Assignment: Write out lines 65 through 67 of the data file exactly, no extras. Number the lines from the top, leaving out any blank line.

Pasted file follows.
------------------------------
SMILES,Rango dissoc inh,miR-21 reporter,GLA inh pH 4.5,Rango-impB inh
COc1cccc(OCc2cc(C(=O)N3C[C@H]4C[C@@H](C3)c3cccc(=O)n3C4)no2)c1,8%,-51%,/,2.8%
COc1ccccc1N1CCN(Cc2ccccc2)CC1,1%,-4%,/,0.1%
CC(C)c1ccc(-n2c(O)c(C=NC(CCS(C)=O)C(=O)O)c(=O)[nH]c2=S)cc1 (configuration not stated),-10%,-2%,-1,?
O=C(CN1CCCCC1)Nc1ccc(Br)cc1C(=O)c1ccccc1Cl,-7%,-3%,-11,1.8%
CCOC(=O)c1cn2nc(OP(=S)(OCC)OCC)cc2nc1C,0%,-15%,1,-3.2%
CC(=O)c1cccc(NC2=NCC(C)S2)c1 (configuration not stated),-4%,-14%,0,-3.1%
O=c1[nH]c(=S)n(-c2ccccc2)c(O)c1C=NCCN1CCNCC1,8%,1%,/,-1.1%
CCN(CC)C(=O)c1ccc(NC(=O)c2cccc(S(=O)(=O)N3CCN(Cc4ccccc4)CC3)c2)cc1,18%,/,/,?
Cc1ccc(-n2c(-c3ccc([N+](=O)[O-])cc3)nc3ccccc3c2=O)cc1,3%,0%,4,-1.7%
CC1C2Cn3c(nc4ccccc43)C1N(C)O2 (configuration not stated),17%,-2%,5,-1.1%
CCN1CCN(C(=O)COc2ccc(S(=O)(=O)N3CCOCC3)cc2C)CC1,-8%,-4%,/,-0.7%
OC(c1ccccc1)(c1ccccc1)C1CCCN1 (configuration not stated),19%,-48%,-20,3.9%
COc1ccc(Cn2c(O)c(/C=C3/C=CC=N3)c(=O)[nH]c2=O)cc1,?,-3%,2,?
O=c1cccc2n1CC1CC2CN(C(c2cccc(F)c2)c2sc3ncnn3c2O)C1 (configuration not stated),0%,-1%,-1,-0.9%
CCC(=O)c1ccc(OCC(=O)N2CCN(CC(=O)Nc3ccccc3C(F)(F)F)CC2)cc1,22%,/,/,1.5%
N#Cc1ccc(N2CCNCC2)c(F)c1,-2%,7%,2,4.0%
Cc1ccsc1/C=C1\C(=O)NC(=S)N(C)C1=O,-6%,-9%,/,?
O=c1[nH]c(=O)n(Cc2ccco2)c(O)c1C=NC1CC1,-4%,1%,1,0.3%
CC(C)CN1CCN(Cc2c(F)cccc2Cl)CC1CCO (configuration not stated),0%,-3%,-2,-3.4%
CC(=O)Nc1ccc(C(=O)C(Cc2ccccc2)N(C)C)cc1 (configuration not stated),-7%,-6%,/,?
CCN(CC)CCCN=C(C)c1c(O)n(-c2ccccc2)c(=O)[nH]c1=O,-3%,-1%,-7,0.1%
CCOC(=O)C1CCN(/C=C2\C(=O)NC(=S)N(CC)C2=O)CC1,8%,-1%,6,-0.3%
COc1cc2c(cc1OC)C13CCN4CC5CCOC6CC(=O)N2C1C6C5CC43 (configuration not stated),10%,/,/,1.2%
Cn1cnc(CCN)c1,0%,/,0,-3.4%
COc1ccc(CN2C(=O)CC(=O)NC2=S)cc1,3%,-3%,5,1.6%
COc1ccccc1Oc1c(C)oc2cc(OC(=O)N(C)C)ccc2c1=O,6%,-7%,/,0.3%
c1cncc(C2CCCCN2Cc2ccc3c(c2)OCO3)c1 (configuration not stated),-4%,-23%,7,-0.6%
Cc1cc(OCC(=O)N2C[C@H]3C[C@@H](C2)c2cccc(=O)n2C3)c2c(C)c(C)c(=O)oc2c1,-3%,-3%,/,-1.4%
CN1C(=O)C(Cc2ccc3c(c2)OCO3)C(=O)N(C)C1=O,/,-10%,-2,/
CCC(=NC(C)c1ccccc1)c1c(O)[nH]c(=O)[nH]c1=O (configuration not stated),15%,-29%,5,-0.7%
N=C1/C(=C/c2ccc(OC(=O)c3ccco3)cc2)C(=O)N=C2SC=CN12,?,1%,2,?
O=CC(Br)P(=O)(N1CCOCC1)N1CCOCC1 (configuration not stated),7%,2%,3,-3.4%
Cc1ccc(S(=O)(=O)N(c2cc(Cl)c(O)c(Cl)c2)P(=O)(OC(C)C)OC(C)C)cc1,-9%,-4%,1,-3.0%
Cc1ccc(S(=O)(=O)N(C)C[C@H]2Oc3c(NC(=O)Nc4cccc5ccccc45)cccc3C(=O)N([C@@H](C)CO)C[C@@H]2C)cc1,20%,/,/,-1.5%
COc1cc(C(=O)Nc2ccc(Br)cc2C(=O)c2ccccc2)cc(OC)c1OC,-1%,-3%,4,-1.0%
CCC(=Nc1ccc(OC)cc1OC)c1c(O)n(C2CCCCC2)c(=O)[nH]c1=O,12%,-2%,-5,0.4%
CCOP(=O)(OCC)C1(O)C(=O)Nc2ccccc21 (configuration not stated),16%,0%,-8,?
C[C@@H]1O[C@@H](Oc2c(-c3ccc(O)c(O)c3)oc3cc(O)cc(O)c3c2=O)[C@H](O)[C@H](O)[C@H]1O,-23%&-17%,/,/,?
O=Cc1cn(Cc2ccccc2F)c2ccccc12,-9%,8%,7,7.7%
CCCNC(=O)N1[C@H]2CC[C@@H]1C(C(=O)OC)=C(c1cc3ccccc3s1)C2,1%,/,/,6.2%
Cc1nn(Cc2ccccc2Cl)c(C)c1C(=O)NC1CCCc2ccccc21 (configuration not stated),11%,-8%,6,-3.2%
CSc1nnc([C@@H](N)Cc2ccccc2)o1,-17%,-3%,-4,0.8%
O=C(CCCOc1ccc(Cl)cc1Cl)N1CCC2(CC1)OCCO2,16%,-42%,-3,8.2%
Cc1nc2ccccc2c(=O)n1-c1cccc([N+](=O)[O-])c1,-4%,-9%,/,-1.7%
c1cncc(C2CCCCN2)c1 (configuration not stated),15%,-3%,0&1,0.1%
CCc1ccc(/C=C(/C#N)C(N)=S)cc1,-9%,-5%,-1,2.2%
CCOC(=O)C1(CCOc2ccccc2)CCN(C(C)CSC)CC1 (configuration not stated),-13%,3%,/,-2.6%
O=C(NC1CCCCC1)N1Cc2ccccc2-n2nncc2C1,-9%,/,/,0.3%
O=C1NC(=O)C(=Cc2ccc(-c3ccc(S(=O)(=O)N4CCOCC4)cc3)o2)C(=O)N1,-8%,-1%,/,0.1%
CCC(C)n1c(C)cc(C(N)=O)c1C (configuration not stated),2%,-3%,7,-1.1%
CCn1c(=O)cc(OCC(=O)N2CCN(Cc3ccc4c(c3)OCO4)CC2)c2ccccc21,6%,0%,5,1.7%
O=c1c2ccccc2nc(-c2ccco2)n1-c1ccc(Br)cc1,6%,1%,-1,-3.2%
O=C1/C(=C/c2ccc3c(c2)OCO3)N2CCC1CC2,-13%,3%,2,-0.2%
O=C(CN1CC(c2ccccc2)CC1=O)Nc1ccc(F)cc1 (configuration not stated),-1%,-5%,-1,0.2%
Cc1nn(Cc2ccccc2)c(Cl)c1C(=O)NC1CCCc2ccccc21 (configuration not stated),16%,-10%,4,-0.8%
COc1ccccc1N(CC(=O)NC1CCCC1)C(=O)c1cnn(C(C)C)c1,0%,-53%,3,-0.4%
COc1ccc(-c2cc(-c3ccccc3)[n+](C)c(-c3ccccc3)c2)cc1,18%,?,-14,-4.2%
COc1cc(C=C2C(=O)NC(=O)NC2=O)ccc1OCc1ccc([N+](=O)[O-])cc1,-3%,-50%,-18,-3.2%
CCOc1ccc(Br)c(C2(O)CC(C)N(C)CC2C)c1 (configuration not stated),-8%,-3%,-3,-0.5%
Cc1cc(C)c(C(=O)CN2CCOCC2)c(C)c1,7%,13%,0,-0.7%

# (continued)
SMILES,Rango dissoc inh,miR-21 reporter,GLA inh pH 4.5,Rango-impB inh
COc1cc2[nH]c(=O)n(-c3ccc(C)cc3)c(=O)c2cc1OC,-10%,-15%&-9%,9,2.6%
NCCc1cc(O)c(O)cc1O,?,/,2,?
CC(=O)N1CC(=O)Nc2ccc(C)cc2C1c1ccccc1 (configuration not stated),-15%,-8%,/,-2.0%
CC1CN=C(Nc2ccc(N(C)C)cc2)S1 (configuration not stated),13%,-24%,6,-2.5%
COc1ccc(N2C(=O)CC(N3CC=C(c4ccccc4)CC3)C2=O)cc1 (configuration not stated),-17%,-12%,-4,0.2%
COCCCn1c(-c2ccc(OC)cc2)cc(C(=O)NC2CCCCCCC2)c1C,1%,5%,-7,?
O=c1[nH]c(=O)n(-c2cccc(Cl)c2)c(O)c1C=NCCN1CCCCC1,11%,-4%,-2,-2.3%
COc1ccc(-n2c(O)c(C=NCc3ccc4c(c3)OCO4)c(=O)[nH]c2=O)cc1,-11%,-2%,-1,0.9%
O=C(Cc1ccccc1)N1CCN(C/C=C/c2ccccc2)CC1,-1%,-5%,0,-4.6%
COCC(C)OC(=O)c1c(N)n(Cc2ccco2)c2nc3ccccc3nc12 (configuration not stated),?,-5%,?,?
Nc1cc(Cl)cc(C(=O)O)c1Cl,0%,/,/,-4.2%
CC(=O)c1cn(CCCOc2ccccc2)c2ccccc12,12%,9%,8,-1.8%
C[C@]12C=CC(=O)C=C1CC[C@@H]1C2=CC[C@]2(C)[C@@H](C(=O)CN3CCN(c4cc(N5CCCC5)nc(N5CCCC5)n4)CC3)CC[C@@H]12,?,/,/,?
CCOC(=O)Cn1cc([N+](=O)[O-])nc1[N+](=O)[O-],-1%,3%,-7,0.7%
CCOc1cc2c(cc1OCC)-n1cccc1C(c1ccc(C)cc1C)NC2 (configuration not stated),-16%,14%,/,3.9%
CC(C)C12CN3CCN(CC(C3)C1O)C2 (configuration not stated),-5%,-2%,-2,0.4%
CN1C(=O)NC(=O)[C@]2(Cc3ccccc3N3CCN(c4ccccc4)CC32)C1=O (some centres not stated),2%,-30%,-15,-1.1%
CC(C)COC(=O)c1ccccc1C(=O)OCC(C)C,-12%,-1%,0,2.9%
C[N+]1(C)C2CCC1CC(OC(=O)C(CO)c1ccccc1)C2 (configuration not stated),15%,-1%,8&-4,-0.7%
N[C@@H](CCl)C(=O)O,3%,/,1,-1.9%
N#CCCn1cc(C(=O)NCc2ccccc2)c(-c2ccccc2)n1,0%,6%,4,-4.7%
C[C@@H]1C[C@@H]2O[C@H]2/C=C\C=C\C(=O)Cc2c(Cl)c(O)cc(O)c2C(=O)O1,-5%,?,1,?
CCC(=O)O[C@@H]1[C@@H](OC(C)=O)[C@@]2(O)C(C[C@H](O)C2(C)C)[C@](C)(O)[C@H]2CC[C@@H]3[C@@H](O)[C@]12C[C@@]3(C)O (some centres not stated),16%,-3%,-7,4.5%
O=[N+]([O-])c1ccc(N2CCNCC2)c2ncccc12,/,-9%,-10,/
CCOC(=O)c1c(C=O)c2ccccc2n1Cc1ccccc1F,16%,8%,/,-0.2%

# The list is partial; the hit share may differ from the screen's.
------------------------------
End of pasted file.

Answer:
NCCc1cc(O)c(O)cc1O,?,/,2,?
CC(=O)N1CC(=O)Nc2ccc(C)cc2C1c1ccccc1 (configuration not stated),-15%,-8%,/,-2.0%
CC1CN=C(Nc2ccc(N(C)C)cc2)S1 (configuration not stated),13%,-24%,6,-2.5%